The girls and I went to the open air market that is held every Thursday in Redhill. What a sight! People were milling about the stalls until we almost couldn’t move. Some stalls were nothing more than a make-shift stand while others had material stretched on a frame over and to the sides of them. It had the flavor of an old country fair; some of the merchants were actually hawking their wares, keeping up a running chatter to lure in customers. I think you could buy almost anything there from hand-carved coconuts for birdhouses to carpets. We saw sheets, numerous places selling jeans, a butcher!, two fruit stands, jewellery (I’m right on that English spelling!), antiques, handbags, materials, candy, toys, and even shoes.

It used to be a step up to travel by air while others crawled on the ground. $ found the airport to be a step up – the Fischer Price airport, that is! He pushed it to the sink and stepped up to see what he could see.

I was commanding Lisa to cease and desist saying, “Cut it out!” I couldn’t continue my anger when she solemnly looked me in the eye, raised her hand to eye level and made scissory motions and sounds in a half circle in front of herself.

We went to the party at toddler play group so I could play carols on the piano for them to sing. Don’t know what I would have done without the girls. Lisa had to hold the music because there was no music rack on the piano, and Kate held onto $. Penny, who runs the thing, had asked the girls to help Father Christmas by handing him the gifts. Penny saw my good carol book, browsed through it, and was excited at finding the Polish carols. She asked to borrow it to copy those pages because Andy’s father is Polish and she wanted to try to learn some for him. Penny brought the book back that afternoon, came in for a cup of tea, and we talked for several hours while my girls entertained her little girls. We all had such a good time.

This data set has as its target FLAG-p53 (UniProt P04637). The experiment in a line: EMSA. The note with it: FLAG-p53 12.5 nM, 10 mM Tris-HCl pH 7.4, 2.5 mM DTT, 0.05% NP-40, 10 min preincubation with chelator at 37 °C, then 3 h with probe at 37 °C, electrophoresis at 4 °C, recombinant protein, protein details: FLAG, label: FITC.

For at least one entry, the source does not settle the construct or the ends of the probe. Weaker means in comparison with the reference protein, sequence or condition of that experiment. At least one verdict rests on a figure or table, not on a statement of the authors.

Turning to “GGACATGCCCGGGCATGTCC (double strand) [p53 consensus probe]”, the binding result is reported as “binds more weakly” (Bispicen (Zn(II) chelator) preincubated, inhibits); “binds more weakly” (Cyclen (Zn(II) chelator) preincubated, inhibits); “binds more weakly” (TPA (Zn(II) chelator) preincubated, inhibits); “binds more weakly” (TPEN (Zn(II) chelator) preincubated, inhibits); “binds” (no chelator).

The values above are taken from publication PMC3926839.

$ is taking two to ten steps at a clip now. His trouble is that he’s trying to run before he learns to walk! One day he stooped to pick up a toy and was able to stand up again.

My walk has changed since we folded up the play pen – it’s a shuffle so as to avoid tripping over toys, with a quick flick to right or left to propel toys to the sidelines. There are no rules in this game!

John and the girls put up the tree last night. John said it looks German/American. We certainly haven’t seen any Christmas trees here pretty enough to write home about!

Harold slept while we went to church this morning. We ate dinner, went for a drive in the country and had tea. Now all but $ and I have gone to church for the service of lessons and carols. It is supposed to be like the one at King’s College. I may not miss it entirely because they took our brand new tape recorder!! If they are in a good spot, we’ll save it for the rest of you to hear.

Hope all of you will have had as wonderful a Christmas as we are going to have!!

24 thoughts on “England 40 Years Ago — December 21, 1980

  1. Hee, hee. I love the pushing of things to climb on them. Adorable. And who hasn’t heard of pecans? Even 40 years ago? Seems odd. You should have taken a pecan pie and blown their minds!!!!!!!